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Limited Divorce? Legal Separation? Annulment?

By Kayla Weddle

The divorce and separation laws in Maryland have changed recently, reshaping options available to dissolve marriages. Let’s delve into the distinctions between limited divorce, legal separation, and an annulment.

Limited Divorce

Historically, Maryland provided couples with the choice between a limited divorce and an absolute divorce. A limited divorce allowed individuals to address crucial matters such as child custody, child support, alimony, and financial obligations while maintaining their marital status. This was particularly valuable for those lacking grounds for absolute divorce but needing financial relief and intervention from the court. Recent legal changes in Maryland eliminate the option of limited divorce for new cases raising questions about how the state’s trial and appellate courts will handle cases filed before October 1, 2023.

Legal Separation

Maryland law never formally recognized legal separation; a limited divorce was the closest thing to a legal separation. Despite this, couples can still create separation agreements in situations where reconciliation seems unlikely. These agreements, whether verbal or written, can serve as evidence if the couple later pursues divorce on grounds such as a six-month separation, irreconcilable differences, or mutual consent. Separation agreements address important issues such as child custody, financial support, health insurance, and property division while the spouses live apart. This is a contractual arrangement that can be modified or revoked, with legal consequences for violations.


Annulment is a unique and rare legal action that declares a marriage null and void, as if it never existed. Individuals can file for an annulment in the county of residence or where the marriage ceremony took place. However, seeking an annulment is no simple task, as the grounds are challenging to prove. A marriage may be annulled if it is void or voidable.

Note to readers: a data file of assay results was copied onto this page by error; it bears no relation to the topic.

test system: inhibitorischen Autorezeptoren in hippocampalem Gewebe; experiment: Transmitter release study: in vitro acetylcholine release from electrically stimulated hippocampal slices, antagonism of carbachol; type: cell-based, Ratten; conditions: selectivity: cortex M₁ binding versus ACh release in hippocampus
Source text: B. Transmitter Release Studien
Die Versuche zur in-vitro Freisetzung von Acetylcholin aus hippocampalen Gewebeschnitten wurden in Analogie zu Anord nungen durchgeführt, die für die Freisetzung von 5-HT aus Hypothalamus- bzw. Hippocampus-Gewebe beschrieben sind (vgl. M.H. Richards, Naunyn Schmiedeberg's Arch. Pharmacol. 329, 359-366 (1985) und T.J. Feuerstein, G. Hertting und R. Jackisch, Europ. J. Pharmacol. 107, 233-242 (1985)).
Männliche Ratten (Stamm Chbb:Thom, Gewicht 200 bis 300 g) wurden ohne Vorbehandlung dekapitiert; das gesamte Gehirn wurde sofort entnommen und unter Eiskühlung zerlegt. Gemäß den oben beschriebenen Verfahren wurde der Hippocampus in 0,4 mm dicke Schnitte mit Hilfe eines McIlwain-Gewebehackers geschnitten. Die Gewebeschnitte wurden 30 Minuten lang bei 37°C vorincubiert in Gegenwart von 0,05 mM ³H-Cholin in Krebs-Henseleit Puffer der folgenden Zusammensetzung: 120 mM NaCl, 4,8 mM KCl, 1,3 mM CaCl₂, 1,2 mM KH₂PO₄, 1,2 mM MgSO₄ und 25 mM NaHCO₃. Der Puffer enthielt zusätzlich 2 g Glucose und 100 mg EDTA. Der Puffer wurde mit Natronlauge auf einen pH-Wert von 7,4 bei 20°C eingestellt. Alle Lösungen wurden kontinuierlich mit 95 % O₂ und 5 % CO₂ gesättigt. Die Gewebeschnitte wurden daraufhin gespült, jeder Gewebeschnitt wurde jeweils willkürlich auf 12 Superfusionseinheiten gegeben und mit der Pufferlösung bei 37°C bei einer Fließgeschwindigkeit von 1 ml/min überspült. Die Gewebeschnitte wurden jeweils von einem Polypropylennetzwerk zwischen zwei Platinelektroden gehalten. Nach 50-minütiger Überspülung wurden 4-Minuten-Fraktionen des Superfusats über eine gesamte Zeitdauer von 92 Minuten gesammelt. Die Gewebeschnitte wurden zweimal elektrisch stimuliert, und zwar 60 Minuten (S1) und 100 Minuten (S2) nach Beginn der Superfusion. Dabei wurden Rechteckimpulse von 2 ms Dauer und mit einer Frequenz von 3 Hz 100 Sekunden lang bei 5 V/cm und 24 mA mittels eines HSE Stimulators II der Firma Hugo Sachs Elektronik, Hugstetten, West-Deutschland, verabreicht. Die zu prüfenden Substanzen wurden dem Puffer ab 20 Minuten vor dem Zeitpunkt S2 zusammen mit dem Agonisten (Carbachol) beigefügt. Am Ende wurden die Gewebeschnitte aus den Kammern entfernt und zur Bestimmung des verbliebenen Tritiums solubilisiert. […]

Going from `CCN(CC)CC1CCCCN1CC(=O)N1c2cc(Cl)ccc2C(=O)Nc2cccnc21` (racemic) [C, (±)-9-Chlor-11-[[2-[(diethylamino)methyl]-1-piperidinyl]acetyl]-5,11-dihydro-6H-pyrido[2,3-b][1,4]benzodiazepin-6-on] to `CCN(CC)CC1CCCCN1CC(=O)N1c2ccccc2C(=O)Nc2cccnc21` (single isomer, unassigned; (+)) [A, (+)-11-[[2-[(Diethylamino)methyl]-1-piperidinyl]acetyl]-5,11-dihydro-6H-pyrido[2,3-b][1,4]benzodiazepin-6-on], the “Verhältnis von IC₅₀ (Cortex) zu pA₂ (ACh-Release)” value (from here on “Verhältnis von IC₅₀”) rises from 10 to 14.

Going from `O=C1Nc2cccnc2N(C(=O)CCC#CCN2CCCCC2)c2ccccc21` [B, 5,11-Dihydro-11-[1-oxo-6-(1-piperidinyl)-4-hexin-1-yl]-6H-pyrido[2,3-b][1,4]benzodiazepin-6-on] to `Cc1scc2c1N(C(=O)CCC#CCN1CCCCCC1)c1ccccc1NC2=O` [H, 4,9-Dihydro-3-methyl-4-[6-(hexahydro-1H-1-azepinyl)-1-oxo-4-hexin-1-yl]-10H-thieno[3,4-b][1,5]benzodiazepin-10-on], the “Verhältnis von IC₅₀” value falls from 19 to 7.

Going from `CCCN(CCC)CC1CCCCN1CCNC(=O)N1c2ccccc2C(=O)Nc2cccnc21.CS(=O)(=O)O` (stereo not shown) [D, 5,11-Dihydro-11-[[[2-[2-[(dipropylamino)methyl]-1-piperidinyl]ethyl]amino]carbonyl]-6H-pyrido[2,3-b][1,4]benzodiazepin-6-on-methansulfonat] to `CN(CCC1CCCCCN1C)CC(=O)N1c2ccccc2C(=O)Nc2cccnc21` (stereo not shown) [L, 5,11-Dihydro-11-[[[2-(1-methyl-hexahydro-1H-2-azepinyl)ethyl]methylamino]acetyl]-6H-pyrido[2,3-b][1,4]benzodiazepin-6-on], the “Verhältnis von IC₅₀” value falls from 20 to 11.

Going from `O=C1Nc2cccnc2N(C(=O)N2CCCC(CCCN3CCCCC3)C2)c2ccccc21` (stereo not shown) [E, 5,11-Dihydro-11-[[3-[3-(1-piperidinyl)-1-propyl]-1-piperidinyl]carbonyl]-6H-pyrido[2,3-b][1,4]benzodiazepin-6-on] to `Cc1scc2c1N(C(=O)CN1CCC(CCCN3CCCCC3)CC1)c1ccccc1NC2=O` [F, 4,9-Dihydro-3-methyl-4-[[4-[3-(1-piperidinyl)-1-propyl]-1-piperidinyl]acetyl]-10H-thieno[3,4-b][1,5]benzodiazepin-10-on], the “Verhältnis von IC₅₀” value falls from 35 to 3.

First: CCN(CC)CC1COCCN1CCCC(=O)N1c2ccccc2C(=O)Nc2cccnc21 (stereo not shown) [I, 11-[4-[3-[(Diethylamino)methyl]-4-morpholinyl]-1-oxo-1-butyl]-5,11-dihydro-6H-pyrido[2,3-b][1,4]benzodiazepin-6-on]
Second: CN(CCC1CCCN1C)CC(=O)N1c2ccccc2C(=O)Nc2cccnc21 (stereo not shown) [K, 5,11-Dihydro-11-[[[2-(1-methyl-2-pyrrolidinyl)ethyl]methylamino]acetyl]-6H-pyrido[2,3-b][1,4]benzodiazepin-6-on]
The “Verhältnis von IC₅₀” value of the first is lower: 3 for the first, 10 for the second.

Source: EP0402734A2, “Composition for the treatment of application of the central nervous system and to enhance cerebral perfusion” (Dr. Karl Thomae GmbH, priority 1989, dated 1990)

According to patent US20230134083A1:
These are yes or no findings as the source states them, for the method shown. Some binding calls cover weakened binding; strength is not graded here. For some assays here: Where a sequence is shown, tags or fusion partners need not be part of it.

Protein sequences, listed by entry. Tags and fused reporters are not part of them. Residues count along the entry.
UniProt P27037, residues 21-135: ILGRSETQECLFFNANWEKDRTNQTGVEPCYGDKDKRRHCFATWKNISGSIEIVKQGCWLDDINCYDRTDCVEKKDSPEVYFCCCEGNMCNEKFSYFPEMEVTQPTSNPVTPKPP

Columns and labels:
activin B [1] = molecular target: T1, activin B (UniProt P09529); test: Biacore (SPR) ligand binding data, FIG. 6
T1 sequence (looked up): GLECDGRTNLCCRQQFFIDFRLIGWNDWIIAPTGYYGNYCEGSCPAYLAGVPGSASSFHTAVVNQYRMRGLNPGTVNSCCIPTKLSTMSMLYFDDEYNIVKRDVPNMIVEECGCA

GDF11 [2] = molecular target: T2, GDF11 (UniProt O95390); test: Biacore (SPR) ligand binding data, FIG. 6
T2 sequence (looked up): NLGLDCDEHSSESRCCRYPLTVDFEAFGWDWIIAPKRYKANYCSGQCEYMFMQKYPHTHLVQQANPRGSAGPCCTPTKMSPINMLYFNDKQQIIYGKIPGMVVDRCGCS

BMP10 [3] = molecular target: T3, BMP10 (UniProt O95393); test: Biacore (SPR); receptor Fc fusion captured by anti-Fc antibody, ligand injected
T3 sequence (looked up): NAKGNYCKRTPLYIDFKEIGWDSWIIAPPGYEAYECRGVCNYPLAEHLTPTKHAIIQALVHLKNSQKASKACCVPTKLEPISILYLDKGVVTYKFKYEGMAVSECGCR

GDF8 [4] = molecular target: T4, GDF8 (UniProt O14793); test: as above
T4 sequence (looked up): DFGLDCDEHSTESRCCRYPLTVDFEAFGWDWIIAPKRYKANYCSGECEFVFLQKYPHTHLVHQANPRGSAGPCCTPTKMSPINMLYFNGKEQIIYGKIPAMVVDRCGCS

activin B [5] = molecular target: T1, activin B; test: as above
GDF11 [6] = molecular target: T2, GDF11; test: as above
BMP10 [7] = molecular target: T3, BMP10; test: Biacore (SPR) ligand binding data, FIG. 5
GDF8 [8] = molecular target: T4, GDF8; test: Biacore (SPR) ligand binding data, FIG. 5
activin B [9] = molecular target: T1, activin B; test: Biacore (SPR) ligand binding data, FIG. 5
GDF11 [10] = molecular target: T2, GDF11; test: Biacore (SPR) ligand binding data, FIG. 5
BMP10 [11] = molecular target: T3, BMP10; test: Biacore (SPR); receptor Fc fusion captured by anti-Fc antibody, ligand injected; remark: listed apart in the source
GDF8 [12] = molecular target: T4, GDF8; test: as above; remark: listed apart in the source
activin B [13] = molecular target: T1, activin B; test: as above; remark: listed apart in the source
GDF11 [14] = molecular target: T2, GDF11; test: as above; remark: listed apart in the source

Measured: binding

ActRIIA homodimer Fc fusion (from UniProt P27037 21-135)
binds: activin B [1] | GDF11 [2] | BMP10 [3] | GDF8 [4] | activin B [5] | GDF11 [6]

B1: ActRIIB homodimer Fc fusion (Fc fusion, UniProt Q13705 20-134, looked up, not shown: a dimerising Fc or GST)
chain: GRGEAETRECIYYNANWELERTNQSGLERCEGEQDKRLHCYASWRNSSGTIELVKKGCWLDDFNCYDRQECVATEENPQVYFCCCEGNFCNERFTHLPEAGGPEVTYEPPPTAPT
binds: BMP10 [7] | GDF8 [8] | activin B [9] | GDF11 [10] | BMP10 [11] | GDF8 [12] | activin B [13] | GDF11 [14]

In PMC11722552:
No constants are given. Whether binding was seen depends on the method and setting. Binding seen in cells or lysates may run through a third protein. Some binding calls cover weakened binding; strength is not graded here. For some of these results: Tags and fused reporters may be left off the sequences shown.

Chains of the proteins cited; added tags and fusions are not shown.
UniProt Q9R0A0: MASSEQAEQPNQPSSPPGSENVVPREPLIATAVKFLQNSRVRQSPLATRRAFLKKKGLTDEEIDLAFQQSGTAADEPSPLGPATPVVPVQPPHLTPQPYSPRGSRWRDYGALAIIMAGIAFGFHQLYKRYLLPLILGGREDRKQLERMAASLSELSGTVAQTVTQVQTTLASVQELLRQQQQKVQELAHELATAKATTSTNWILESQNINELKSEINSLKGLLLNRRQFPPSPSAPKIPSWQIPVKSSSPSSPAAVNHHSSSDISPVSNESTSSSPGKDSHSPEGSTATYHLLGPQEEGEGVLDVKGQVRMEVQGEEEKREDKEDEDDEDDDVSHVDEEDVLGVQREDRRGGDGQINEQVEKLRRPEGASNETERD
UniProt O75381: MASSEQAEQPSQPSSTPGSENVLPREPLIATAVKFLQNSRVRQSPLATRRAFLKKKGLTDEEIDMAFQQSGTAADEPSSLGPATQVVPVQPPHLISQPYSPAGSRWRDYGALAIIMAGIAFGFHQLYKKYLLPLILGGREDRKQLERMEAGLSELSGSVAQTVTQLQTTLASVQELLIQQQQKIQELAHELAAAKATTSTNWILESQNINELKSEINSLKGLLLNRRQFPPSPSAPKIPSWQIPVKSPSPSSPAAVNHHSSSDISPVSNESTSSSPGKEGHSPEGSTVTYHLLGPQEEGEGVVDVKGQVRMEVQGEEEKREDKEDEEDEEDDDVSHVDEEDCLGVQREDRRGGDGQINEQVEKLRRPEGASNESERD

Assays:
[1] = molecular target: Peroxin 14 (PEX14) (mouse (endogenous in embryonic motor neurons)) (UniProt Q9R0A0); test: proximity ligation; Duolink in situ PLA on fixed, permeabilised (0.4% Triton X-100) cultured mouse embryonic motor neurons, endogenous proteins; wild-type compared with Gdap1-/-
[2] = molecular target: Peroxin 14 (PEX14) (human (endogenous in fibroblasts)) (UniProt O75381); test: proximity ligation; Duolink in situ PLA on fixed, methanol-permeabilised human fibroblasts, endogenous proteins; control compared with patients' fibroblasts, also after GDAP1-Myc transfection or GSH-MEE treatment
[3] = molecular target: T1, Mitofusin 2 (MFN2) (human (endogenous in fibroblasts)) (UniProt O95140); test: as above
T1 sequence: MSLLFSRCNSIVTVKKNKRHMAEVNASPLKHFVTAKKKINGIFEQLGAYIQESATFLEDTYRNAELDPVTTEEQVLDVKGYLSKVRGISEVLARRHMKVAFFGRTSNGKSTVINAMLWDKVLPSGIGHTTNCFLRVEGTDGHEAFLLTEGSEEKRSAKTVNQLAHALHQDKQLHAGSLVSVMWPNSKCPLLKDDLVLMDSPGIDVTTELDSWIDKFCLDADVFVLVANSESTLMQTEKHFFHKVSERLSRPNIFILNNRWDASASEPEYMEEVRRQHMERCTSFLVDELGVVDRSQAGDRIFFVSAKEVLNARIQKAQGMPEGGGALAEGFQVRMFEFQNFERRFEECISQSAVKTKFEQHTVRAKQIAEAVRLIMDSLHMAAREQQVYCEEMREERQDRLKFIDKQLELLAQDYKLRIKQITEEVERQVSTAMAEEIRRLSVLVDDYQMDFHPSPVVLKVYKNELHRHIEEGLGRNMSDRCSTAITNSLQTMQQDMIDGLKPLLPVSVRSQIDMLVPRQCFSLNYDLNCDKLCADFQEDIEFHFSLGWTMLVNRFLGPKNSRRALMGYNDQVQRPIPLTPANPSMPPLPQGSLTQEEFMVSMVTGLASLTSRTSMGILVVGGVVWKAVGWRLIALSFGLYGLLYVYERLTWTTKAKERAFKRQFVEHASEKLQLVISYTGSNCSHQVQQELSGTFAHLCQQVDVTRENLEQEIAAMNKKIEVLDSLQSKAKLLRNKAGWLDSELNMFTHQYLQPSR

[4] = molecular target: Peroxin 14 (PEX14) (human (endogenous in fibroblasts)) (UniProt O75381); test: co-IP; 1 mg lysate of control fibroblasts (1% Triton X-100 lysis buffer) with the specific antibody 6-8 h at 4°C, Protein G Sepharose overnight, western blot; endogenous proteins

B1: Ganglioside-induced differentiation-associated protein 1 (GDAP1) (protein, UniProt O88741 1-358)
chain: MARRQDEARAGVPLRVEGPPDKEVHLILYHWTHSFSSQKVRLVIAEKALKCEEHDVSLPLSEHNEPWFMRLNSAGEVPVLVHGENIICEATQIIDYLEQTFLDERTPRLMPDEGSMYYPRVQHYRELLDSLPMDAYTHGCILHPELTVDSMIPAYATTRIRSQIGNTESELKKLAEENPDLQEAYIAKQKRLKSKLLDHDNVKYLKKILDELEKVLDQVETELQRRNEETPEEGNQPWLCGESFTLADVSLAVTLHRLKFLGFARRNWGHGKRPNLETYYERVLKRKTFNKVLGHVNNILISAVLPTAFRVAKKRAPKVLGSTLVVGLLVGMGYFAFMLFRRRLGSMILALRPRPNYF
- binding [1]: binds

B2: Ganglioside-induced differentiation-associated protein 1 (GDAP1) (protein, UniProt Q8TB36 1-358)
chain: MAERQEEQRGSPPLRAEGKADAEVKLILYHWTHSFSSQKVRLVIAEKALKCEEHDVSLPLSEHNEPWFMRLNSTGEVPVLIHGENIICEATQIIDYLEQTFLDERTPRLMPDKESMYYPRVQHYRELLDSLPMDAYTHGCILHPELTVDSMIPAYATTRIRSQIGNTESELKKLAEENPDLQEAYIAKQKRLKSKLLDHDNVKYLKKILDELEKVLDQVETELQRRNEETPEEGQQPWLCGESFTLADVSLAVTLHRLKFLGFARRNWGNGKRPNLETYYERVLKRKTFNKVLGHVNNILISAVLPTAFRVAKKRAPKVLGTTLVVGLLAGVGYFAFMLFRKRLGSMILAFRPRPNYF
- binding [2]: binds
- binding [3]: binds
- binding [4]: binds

Void Marriages — A marriage is considered void if, at the time of the ceremony, either party was legally married to someone else (bigamy) or if the parties are blood relatives (incest). Void marriages are always deemed invalid, and legal proceedings can be initiated by either party or a third party to declare the marriage void.

Voidable Marriages — A marriage is voidable if consent was obtained through abduction, fraud, duress, undue influence, or if either party lacked the mental capacity to fully comprehend and consent to the marriage contract (incapacity). Unlike void marriages, voidable marriages remain legally valid until a court declares them invalid, and only the victimized party has the right to challenge the marriage’s validity. If a couple continues to live together after the circumstances that made the marriage voidable cease to exist, the marriage cannot be annulled.

As Maryland’s divorce laws evolve, understanding the nuances of limited divorce, legal separation, and annulment is vital. Couples should carefully consider their circumstances and seek legal counsel to navigate the complexities and determine the most appropriate course of action for their situation.

About The Author

Kayla Weddle

“Committed to making a difference, fueled by unwavering determination."

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